Quote:
If I did want this game for myself, 3 installs would be useless. I don't have a single game in the last 20 years that I haven't reinstalled at least 15+ times. X number of installs per year etc. would be a step in the right direction, but to be honest, I'm not likely to ever get a game that requires me to beg the company to continually activate/authenticate - what happens when the company dies/withdraws support.


+1 Except for the 15 years part. I've only been gaming for like 16. :p 

DRM just pisses me off and I'd like to use more colorful words, but I'll refrain.
September 19, 2008 1:38:49 PM

whoa, forgot I made this thread :p  almost a year ago.. and damn EA for making the title true.
September 19, 2008 2:19:28 PM

Ha, I didn't even realize this thread was that old until you pointed it out.
September 19, 2008 2:32:50 PM

purplerat said:
Quote:
Why is it that studio's without these extreme measures happen to make more profit per game than EA, with its "unbreakable" copy protction scheme?

Where's the proof in that. Look at the top 10 PC Game sales from 2007. EA owns that list. Even when you factor in digital distribution and MMO subscriptions those are both 'extreme' examples of DRM in themselves. Basically games that sell well have some heavy handed form of DRM.


1. World of Warcraft: Burning Crusade* – Vivendi (Blizzard) – 2.25 million
2. World of Warcraft* – Vivendi (Blizzard) – 914K
3. The Sims 2* – Electronic Arts – 534K
4. The Sims 2 Seasons Expansion Pack – Electronic Arts – 433K
5. Call of Duty 4: Modern Warfare* – Activision – 383K
6. Command & Conquer 3: Tiberium Wars* – Electronic Arts – 350K
7. MS Age of Empires III* – Microsoft – 313K
8. Sim City 4* - Electronic Arts – 294K
9. MS Flight Simulator X* - Microsoft - 280K
10. The Sims 2 Bon Voyage Expansion Pack – Electronic Arts – 272K


EA owns that list because it's from 2007, none of those games have DRM or limited activations and 3 of them are sims games that pretty much every casual PC gamer and their dog own.

As for Digital Distribution and MMO Subscriptions being "Extreme" forms of DRM, I think you're mixing up "Extreme" and "Effective". EA's DRM is extreme by severly limiting installs and placing malware on your PC, while Steam and MMO subscriptions are effective, give freedom to play on whatever PC you like, unlimited installs, extremely user friendly and are not intrusive.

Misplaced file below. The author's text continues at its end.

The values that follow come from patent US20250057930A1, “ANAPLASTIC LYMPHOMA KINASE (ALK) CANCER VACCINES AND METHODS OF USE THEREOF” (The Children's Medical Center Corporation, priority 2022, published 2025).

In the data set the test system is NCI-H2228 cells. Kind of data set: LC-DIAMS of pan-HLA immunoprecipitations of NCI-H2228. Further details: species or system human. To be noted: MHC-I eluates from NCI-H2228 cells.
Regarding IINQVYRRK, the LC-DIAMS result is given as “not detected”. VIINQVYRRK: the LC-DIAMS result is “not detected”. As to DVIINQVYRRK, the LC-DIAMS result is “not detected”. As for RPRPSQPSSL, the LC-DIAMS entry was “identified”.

I pay for all my games as I believe in encouraging the development of good PC games and never intend to use pirated games or cracks of any kind, but if EA decides I've installed my game too many times, I'll have to visit one of these dodgy sites to crack my copy so I can continue to play it.

It boggles the mind that they haven't moved to a digital distribution system like steam that people have accepted and that has proved popular with gamers, especially since every big release from them recently has caused a huge backlash from the community due to their DRM. Yes, I'm well aware that Crysis and Crysis Warhead are now available on Steam, but Securom and the limited installations are still part of it.

EA really need to accept that their DRM is having the opposite effect on piracy, is losing them money and is ruining their reputation (or what was left of it to begin with).
September 19, 2008 2:45:52 PM

Quote:
none of those games have DRM

Please learn what DRM actually is and then we can continue this conversation. I can tell you from personal experience that the origianl Sims, which I bought on release, had DRM which forced me to buy a new ROM drive in order to play the game at all.

Also I used the word extreme in quotes on purpose because I was not mixing up extreme and effective, only pointing out that Steam gets a free pass for it's very heavy handed DRM because it works for with them and the user. When EA said Spore and Mass Effect would require the game to re-validate every 10 days people were so outraged that they actually back peddled on it. Steam by comparison re-validates every single time you play the game.
September 19, 2008 6:56:10 PM

One thing I don't mind about Steam validation is that most games are limited to a specific number of installs, the only catch is that only one account can be logged in and playing the game at one specific time. Fine by me.

It prevents what is important, installing the copy across multiple computers by only allowing one copy to run at one time. Forcing a limited number of activations does something different entirely... it only allows you three (or so) installs on different hardware before you can't use that copy any more at all. (Unless you call in and you're lucky enough to get another activation key... which is a tiresome, time-consuming chore)

I'm all for validating the install of a game every time I play the game, so long as I'm never limited by the number of installs as long as only one copy is active and running at a time. The only reason to limit the number of activations is for greed.